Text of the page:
Tech Notes

My notes on Statistics, Big Data, Cloud Computing, Cyber Security

Tag Archives: independent samples

Hypothesis Testing for Means, Matched Pairs, Independent Samples

Example 1 – Hypothesis test for small sample means.

  • Statement

The mean amount of waste recycled per day is more than 1 pound per person  (over the population)
Sample – 12 people . Found to be recycling avg 1.46 pounds with SD = 0.58. Alpha = 0.05

  • Parameter statement – test the claim
  • Hypothesis
    • H0 – Mean is LT or EQ 1 pound per day
    • H1 – Mean is GT 1 pound per day
  • Assumption – Data follows normal distribution (parametric)

Why does the claim go under H1 and not under H0 ? Thats because H0 always has an “equal to” under it

  • Choose test

Right tailed (because H0 has a LT in it), t-test (sample size is less than 30)

  • Calculation
xbar = 1.46 # sample mean 
mu0 = 1 # hypothesized value 
s = 0.58 # sample standard deviation 
n = 12 # sample size 
t = (xbar−mu0)/(s/sqrt(n)) 
t 
[1] 2.747391
pval = pt(t, df=n−1, lower.tail=FALSE) 
pval # upper tail p−value
[1] 0.009489493

  • Decision

At alpha = 0.5, since p value LT alpha, we have strong evidence to reject the null hypothesis

Example 2 – Hypothesis testing for matched pairs

  • Statement

Using a built-in data set named immer (In R), the barley yield in years 1931 and 1932 of the same field are recorded in various locations. Claim is that the yields are the same

  • Parameter statement – test the claim
  • Hypothesis
    • H0 – The yields are the same. That is mew(Y1-Y2) = 0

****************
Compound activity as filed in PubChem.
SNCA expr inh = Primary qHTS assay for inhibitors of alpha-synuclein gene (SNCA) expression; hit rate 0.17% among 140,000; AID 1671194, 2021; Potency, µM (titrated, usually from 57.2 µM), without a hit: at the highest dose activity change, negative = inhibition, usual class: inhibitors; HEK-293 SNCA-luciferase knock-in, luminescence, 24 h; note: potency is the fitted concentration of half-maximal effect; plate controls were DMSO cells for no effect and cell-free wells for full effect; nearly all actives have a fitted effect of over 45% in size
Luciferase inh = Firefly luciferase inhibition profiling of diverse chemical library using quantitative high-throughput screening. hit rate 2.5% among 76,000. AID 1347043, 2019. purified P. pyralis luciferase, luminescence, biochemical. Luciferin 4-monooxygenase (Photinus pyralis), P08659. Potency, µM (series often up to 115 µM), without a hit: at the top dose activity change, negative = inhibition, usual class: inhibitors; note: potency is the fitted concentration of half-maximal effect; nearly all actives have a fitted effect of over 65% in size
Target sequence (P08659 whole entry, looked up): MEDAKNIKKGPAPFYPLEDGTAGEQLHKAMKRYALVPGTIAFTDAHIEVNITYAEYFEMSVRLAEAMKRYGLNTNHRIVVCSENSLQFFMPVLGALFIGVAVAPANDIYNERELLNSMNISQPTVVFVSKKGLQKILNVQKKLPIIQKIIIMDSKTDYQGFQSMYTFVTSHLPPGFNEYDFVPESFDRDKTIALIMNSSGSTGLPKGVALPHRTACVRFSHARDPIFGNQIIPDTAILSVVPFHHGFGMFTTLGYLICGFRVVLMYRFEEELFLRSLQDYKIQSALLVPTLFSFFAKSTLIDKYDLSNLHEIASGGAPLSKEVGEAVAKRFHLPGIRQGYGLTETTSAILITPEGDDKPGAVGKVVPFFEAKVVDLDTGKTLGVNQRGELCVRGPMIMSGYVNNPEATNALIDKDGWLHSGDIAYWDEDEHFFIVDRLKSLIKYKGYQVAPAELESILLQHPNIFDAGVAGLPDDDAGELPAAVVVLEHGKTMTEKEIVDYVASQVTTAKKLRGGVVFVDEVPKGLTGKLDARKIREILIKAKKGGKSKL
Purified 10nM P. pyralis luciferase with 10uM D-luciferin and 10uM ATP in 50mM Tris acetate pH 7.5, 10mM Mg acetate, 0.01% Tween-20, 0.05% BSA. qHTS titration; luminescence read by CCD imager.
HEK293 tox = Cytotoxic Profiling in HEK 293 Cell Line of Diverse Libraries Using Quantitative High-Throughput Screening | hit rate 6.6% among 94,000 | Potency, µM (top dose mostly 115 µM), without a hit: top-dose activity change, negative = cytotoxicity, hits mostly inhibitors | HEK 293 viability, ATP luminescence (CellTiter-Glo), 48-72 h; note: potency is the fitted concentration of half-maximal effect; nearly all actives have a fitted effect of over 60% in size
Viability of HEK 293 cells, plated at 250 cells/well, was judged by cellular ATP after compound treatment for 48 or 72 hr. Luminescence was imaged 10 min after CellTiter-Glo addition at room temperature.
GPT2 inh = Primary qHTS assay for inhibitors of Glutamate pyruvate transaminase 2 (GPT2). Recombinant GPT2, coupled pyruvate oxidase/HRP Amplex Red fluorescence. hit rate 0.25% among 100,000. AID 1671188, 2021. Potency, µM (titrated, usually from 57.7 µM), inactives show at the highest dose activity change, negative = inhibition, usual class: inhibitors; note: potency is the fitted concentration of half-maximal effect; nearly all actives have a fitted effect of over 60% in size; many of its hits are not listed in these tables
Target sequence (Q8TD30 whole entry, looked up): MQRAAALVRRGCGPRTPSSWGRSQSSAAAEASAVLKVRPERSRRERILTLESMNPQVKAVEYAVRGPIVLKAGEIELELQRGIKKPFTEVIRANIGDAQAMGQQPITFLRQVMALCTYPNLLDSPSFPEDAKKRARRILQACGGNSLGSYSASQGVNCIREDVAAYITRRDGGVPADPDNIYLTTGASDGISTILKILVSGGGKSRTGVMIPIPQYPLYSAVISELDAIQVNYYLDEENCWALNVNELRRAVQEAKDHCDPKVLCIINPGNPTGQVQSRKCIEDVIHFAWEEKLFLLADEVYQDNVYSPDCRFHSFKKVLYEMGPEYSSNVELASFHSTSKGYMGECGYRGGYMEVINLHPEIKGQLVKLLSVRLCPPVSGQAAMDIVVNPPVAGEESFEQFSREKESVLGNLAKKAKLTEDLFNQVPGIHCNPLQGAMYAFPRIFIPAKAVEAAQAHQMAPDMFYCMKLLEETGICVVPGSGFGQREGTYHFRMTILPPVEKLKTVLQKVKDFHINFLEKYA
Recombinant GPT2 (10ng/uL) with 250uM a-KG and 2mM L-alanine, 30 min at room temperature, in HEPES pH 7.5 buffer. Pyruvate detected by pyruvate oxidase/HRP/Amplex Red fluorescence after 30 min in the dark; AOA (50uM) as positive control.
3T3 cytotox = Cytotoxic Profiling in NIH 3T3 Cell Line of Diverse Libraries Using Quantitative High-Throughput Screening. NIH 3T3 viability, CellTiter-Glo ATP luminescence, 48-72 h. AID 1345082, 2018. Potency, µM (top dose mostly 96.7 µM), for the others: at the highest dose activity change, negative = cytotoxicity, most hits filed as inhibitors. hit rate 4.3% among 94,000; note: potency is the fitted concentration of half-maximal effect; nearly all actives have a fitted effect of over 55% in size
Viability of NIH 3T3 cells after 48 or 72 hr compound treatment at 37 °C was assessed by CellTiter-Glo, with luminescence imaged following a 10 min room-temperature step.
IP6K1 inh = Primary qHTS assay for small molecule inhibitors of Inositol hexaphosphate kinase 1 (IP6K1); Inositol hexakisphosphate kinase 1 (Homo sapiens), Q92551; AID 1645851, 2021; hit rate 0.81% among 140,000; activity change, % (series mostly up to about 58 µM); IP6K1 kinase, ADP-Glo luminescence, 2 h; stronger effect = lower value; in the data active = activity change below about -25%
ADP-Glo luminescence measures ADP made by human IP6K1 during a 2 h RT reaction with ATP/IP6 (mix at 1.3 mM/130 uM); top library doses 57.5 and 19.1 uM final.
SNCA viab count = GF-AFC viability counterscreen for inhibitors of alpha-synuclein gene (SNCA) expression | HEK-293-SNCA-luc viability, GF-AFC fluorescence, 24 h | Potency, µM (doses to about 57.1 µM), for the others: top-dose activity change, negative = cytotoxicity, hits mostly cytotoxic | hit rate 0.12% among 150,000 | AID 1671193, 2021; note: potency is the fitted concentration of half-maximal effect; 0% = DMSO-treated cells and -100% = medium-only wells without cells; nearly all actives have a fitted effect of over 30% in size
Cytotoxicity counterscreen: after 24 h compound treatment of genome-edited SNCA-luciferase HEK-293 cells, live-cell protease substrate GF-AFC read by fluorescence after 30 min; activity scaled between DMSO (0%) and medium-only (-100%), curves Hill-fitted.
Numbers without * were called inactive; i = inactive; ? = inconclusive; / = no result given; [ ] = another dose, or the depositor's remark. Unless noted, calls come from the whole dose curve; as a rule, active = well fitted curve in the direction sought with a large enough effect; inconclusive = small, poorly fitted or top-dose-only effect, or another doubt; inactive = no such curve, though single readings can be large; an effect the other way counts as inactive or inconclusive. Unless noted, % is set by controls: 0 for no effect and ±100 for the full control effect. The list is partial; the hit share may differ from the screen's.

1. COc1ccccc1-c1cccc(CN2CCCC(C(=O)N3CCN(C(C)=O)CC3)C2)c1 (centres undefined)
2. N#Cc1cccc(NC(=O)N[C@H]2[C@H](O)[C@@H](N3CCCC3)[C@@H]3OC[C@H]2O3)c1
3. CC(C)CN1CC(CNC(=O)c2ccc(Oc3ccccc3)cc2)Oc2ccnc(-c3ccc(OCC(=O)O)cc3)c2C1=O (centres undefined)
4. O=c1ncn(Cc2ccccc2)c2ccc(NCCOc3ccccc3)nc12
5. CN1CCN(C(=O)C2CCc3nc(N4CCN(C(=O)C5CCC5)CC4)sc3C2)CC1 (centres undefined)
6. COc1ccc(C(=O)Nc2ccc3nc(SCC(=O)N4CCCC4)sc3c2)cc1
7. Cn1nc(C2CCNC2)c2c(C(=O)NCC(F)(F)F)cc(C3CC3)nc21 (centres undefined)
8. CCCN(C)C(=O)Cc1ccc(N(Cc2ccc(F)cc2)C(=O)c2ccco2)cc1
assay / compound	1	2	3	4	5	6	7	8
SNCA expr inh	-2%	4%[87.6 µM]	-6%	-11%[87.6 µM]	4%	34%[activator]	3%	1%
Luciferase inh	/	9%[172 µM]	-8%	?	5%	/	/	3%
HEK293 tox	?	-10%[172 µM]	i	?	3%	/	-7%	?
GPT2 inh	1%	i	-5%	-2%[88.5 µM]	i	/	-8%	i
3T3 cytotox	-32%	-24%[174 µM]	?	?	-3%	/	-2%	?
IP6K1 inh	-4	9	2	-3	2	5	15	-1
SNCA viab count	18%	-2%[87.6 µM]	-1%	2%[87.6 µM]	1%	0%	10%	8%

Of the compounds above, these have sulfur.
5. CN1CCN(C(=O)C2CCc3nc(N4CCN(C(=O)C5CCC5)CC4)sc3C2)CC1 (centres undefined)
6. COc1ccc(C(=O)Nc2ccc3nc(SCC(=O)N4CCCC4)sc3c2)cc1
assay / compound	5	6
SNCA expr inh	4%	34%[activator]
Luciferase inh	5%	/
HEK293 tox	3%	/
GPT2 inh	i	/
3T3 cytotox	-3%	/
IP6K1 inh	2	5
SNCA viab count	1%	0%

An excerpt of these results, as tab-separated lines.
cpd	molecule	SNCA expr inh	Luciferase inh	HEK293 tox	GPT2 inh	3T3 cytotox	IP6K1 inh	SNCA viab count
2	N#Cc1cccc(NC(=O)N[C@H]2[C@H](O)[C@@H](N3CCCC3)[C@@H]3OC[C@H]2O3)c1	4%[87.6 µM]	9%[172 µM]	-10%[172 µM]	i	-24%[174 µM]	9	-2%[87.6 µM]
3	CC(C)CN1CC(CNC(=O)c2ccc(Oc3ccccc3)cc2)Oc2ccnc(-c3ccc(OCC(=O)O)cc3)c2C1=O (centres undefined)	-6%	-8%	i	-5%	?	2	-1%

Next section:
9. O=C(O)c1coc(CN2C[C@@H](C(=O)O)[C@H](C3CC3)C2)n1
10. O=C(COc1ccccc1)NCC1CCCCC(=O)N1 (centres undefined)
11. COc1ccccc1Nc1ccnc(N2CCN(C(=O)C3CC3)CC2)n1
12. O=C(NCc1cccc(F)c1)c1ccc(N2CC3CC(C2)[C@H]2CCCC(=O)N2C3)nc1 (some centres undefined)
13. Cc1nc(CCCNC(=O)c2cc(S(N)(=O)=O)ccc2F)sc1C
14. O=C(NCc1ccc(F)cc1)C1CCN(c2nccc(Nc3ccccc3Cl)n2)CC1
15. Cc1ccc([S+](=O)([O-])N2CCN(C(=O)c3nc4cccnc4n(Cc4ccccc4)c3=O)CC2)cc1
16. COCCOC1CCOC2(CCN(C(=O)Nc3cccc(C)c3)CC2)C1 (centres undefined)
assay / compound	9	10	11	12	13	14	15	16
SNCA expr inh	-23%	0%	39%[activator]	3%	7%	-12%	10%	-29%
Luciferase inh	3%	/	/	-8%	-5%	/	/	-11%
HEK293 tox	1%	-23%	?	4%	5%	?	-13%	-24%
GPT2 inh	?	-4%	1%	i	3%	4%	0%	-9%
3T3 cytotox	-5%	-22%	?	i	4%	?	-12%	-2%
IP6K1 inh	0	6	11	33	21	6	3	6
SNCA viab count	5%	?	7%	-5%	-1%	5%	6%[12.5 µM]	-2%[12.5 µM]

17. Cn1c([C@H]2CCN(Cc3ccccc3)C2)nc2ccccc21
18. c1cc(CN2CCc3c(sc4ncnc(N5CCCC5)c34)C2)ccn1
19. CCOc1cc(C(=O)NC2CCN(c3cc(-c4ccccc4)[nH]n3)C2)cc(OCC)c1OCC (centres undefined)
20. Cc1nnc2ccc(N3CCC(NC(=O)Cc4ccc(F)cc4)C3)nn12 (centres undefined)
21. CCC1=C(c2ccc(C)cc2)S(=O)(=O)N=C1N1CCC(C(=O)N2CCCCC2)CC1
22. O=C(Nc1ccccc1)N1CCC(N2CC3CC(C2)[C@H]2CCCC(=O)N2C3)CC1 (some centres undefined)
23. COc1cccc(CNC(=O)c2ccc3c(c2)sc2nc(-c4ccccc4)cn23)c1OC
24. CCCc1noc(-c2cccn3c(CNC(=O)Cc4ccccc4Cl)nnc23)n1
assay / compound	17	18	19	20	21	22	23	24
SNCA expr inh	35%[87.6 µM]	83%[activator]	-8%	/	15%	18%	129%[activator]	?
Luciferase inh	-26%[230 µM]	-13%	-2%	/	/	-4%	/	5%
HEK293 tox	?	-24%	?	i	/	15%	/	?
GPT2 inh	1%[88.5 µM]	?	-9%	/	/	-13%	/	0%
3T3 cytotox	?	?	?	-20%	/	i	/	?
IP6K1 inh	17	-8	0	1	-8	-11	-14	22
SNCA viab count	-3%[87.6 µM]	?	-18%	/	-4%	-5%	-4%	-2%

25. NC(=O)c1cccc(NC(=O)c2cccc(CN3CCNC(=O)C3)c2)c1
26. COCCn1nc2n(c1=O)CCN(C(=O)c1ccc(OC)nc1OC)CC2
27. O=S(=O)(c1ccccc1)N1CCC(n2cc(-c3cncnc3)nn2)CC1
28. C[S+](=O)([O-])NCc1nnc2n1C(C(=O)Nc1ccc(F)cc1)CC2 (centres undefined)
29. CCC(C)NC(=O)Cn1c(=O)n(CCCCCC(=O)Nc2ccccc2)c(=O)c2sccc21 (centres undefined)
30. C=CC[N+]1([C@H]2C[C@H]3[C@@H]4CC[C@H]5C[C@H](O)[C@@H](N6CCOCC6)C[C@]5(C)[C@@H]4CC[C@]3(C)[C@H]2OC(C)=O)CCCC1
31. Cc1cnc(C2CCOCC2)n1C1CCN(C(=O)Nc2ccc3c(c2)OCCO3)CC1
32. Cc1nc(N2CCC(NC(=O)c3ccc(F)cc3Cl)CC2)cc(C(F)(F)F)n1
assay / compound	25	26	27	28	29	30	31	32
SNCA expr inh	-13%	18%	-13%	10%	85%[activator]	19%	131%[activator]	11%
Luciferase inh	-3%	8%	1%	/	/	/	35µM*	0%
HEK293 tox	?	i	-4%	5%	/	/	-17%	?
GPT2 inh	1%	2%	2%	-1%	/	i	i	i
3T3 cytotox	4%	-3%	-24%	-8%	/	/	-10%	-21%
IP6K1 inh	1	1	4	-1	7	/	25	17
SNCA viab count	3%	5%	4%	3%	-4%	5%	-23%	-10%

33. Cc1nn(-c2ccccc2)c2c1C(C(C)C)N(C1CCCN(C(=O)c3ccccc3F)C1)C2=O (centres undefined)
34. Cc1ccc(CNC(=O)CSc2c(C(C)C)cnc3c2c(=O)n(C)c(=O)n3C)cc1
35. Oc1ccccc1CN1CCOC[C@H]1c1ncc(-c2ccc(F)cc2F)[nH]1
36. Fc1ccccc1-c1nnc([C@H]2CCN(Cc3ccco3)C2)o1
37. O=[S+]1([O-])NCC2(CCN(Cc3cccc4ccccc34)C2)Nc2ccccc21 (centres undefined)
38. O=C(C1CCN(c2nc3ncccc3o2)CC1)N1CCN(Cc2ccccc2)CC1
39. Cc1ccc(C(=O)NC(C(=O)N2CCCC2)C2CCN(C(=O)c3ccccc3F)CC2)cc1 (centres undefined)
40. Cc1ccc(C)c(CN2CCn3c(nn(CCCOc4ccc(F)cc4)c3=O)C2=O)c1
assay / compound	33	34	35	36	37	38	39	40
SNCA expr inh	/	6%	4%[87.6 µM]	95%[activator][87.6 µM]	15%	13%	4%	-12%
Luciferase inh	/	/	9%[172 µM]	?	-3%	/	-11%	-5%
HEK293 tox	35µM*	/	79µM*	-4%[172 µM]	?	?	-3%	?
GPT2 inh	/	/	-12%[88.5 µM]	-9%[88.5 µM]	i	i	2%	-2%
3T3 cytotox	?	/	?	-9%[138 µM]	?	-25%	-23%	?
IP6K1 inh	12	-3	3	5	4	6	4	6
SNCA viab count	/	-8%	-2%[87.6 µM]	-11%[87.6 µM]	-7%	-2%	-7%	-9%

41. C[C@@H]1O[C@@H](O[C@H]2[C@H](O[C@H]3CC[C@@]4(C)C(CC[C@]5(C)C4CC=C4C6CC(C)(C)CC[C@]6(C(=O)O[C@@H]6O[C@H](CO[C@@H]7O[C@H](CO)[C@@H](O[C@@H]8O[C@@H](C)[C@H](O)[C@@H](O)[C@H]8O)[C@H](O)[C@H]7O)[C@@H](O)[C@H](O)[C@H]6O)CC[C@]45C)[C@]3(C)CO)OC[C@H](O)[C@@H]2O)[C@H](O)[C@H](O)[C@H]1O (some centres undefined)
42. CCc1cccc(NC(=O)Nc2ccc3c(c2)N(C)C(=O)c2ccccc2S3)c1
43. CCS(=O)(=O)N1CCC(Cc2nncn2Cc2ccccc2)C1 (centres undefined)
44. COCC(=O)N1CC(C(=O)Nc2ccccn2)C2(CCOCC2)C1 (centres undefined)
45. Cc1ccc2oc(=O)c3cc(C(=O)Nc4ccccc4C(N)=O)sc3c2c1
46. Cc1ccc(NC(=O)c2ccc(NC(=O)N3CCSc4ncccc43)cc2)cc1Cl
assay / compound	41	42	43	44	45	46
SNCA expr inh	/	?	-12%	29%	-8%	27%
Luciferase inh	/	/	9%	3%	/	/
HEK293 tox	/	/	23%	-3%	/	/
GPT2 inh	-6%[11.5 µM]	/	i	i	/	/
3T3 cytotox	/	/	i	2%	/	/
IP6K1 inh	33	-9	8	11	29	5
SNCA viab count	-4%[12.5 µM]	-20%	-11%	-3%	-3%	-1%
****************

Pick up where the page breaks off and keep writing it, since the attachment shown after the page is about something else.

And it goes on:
• H1 – The yields are difference. That is mew(Y1-Y2) != 0
  • Choose test – t-test
  • Calculation
library(MASS)
head(immer)
t.test(immer$Y1, immer$Y2, paired=TRUE)

Paired t-test

data: immer$Y1 and immer$Y2
t = 3.324, df = 29, p-value = 0.002413
alternative hypothesis: true difference in means is not equal to 0
95 percent confidence interval:
6.121954 25.704713
sample estimates:
mean of the differences
15.91333

  • Decision

Assuming alpha level of 0.05, we have enough evidence to reject the null hypothesis

Alternative 1 : the detailed way of doing the calculation

library(MASS)
head(immer)
new.immer <- transform(immer, new.col=Y2-Y1)
mean(new.immer$new.col)
[1] -15.91333
> sd(new.immer$new.col)
[1] 26.2218
xbar = 15.91 # sample mean 
mu0 = 0 # hypothesized value 
sigma = 26.2218 # standard deviation 
n = 30 # sample size 
t = (xbar−mu0)/(sigma/sqrt(n)) 
t 
[1] 3.323291

Alternative 2 :  Variant of Example 2. Suppose the above dataset is not given but the means and SDs of each of the variables is provided. Also the correlation coefficient between Y1 and Y2 is provided. How do we proceed ?

Y1 mean = 109.04, Y2 mean = 93.13

SD of Y1 = 28.67, SD of Y2 = 24.27

r = 0.52

xbar <-  109.04 - 93.13
sigma <- sqrt(sd1^2 + sd2^2 -2*0.52*sd1*sd2)
mu0 = 0 # hypothesized value
n = 30 # sample size 
t = (xbar−mu0)/(sigma/sqrt(n)) 

[1] 3.323291

Example 3 – Hypothesis testing for independent samples

Using data from Example 2. Suppose the data were from independent samples. So the only difference would be to leave out the “paired=TRUE”

library(MASS)
head(immer)
t.test(immer$Y1, immer$Y2)
Welch Two Sample t-test

data: immer$Y1 and immer$Y2
t = 2.32, df = 56.463, p-value = 0.02398
alternative hypothesis: true difference in means is not equal to 0
95 percent confidence interval:
2.17493 29.65174
sample estimates:
mean of x mean of y
109.04667 93.13333 

Disclaimer : These are my study notes – online – instead of on paper so that others can benefit. In the process I’ve have used some pictures / content from other original authors. All sources / original content publishers are listed below and they deserve credit for their work. No copyright violation intended.

Referencesfor these notes :

The study material for the MOOC “Making sense of data” at Coursera.org

http://www.youtube.com/watch?v=jfUhKHX5S0E

http://www.r-tutor.com/elementary-statistics/hypothesis-testing/upper-tail-test-population-mean-unknown-variance